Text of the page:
Holt caterpillar tractor, similar to the type involved in the report, drawing an 8in Mark V howitzer artillery piece, 1916
We look back at what the news pages of Autocar during World War I looked like with three tales from the front line and at home
Not much in the way of car building goes on during a world war.
Fortunately, that’s something we haven’t had to experience for 71 years now.
But what was it like to read a car magazine in a time of virtually no new cars?
In World War I, Autocar took to reporting motoring-related news from the front, as evidenced in this article from 7 September 1918, entitled “A motor ambulance driver’s notes from the Front”.
Tractors and trains
“Three hundred Germans taken prisoner and a number of casualties – all because a petrol engine roared!,” the driver in question, R. Cartwright, remarked. “The petrol engine concerned was a 40hp set mounted in the cabin of a light railway tractor drawing many a ton of ammunition,” he explained.
“Now as the little train meandered up towards the front lines, a petrol caterpillar tractor was moving around drawing a big gun, the mission of which was to add to the distractions of the area miles behind enemy lines.
“The men aboard the fussy little rail tractor heard the rumblings of its creeping kinsman on the road, but, alack, they were signaled forward and carried on to where road and rail crossed; the innocent heedless caterpillar crew did the same, and the two outfits met.
“The petrol tractor rolled off the lines and the engine commenced to race; the gun swung round and ‘tapped’ a little of the ammunition, which grumpily went off and splashed a great deal.
“The enemy thought a ‘strafe’ was on and banged back again to our lines. Presently, when he got his nerve once more, a crowd of 75s let fly, and over went a mob of poilus [French infantry soldiers]; they found only a few prisoners in the front trenches, but the number increased later, and a long stream of prisoners passed the aftermath of the collision.”
Incredibly, in a testament to the precision of the British Army, “the next day, both caterpillar and rail tractor were repaired and on their way again, whilst way back the road was being repaired and the prisoners captured”.
Getting it from the premium pump
Another of Cartwright’s tales was entitled “British and German petrol”.
“The petrol we get here is not by any means of No.1 grade,” he introduced grimly. “This is not intended to be a whisper of content, but it does annoy a driver to have to change down on a hill up which the petrol of the week before would have taken his car with ease on top gear.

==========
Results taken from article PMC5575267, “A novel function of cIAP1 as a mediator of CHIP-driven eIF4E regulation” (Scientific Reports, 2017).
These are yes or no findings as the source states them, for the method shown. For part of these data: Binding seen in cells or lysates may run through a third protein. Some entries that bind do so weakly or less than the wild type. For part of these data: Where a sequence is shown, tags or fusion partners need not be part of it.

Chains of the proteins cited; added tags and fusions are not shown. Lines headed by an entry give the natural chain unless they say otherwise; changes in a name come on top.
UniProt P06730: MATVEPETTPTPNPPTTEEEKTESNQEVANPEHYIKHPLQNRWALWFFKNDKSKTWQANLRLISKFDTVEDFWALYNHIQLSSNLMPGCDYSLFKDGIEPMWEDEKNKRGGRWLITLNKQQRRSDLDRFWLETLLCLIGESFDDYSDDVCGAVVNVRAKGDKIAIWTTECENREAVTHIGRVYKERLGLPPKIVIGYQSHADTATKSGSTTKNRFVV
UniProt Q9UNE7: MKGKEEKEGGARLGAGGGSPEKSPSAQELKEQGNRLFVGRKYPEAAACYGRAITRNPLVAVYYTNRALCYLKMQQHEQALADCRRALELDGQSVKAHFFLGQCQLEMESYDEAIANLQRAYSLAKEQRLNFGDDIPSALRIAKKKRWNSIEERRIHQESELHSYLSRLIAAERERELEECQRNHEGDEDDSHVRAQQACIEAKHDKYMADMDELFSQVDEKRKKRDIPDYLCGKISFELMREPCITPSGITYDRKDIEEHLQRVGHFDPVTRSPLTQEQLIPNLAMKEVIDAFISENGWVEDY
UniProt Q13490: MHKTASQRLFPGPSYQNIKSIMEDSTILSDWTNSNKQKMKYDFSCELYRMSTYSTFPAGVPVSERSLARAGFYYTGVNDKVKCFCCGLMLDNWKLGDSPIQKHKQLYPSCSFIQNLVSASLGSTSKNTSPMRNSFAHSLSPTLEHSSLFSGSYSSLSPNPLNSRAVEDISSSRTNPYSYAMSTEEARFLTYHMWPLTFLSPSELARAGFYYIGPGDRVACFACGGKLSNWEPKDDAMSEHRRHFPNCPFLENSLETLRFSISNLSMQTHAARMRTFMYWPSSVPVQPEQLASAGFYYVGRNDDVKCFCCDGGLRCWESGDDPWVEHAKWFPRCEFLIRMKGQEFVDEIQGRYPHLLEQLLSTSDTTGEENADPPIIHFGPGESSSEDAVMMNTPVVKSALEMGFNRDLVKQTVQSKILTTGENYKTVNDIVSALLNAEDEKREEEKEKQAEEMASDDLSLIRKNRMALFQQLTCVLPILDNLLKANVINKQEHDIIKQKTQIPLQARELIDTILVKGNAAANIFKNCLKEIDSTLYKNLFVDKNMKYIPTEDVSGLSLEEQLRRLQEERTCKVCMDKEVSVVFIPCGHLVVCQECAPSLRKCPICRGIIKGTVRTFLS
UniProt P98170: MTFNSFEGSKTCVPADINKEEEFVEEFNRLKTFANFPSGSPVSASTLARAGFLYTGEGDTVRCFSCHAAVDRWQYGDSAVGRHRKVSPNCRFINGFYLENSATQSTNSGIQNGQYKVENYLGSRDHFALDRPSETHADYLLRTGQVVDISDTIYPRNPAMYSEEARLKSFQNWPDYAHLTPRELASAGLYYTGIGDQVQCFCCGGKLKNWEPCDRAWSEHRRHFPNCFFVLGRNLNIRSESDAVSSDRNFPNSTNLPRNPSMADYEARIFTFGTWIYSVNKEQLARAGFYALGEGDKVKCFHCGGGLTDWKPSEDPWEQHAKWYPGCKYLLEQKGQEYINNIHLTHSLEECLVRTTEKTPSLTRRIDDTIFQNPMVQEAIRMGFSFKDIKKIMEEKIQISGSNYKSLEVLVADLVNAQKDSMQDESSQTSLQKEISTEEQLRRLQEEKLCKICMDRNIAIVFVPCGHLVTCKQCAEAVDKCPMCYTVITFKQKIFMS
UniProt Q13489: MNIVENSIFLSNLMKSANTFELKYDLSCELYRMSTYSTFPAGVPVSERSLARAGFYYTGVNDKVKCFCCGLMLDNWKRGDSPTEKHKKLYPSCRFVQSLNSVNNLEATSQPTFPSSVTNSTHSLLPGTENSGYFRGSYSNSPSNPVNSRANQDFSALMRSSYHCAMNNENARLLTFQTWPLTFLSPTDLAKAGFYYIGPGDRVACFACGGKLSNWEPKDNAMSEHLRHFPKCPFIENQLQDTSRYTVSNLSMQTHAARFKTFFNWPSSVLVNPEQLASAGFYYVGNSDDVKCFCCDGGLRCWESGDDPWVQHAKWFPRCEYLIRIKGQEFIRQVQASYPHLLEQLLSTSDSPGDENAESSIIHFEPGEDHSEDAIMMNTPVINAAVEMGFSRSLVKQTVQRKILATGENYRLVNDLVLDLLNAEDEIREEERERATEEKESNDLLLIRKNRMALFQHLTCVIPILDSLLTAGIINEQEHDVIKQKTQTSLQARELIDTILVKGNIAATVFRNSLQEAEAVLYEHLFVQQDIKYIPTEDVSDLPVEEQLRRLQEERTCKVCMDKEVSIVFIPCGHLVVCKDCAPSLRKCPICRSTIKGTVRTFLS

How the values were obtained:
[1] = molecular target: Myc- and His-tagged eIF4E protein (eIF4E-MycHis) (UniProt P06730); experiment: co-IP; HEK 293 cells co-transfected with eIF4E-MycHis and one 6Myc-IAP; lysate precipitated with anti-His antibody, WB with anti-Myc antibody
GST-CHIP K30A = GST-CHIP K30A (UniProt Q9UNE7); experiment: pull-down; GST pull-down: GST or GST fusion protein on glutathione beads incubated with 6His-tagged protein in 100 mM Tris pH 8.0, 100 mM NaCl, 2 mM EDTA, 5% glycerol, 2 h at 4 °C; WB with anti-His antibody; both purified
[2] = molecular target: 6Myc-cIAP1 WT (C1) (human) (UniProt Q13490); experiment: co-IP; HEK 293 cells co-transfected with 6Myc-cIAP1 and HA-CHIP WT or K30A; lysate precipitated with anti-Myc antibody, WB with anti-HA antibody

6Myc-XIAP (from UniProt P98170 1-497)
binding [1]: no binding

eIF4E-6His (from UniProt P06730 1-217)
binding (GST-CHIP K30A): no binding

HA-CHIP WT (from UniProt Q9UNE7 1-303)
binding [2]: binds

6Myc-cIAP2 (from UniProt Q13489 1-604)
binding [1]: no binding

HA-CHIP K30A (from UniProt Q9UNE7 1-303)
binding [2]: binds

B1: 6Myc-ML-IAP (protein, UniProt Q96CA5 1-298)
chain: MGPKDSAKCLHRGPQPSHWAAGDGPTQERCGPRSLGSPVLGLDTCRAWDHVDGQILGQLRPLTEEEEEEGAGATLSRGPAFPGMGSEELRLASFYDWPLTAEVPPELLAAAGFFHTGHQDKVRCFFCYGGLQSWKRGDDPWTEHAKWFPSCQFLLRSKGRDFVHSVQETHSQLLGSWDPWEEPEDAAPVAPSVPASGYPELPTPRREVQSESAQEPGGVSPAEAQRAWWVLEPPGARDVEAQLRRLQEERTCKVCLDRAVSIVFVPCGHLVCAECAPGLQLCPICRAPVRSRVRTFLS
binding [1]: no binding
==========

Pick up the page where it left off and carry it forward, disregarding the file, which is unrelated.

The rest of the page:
“The 1914 carburettors are not easily adjusted for low-grade fuel, and somehow or other the paraffin, or other heavy constituents, in the present-day so-called ‘spirit’ chokes up the jets, gets onto the valves, and makes an internal clean more frequently necessary.
However, our man managed to source some nicer fuel in a rather incredible manner: “The other night a night-flying German ‘plane came down with a couple of large tanks full of refined petrol, and, as the captors of the machine feared that the place would be lit by the blazing fuel, I obliged them by removing the noxious fluid into my own tank; and very nice too!
“It was especially appreciated at the time, as I was booked for a long run the next day up to the base, where I hoped to see what my sister looked like as a WAAC. The car purred like her old self, and we made a distinctively bon trip. There is no doubt that the enemy gets plenty of good petrol nowadays – more’s the pity!”
New York’s motorless Sunday
Finally, Autocar reported on a most remarkable occurrence in the USA, where the majority of drivers west of the Mississippi River had given up using petrol cars one Sunday, at the request of the Fuel Administrator, in order to build up a reserve for war purposes.
In the affected area, it was estimated that there were two to three million cars, yet just a few hundred were used, saving at least one million gallons of petrol in New York alone.
Such was the spirit of wartime that “any motorists who ventured abroad in their cars had an uncomfortable time, for they found themselves under the necessity of running the gauntlet of the hoots and jeers of their fellow citizens”.
The restraint seemed sudden and spontenous to us, and we proclaimed that “the self-denial involved, judging from Sundays in the past, when the whole countryside has been thronged with cars, must have been very real”.
Even then-president Woodrow Wilson and his wife were seen to attend church in Washington, DC in a horse-drawn cart. In fact, “horse vehicles, which had long since lapsed into desuetude, were brought out in force.”
Such was the success of the “inauspiciously inaugurated” day that it was announced that the practice would be continued indefinitely.
Note: original article lacked photos. Those shown that have been sourced may not reflect the exact vehicles in the story.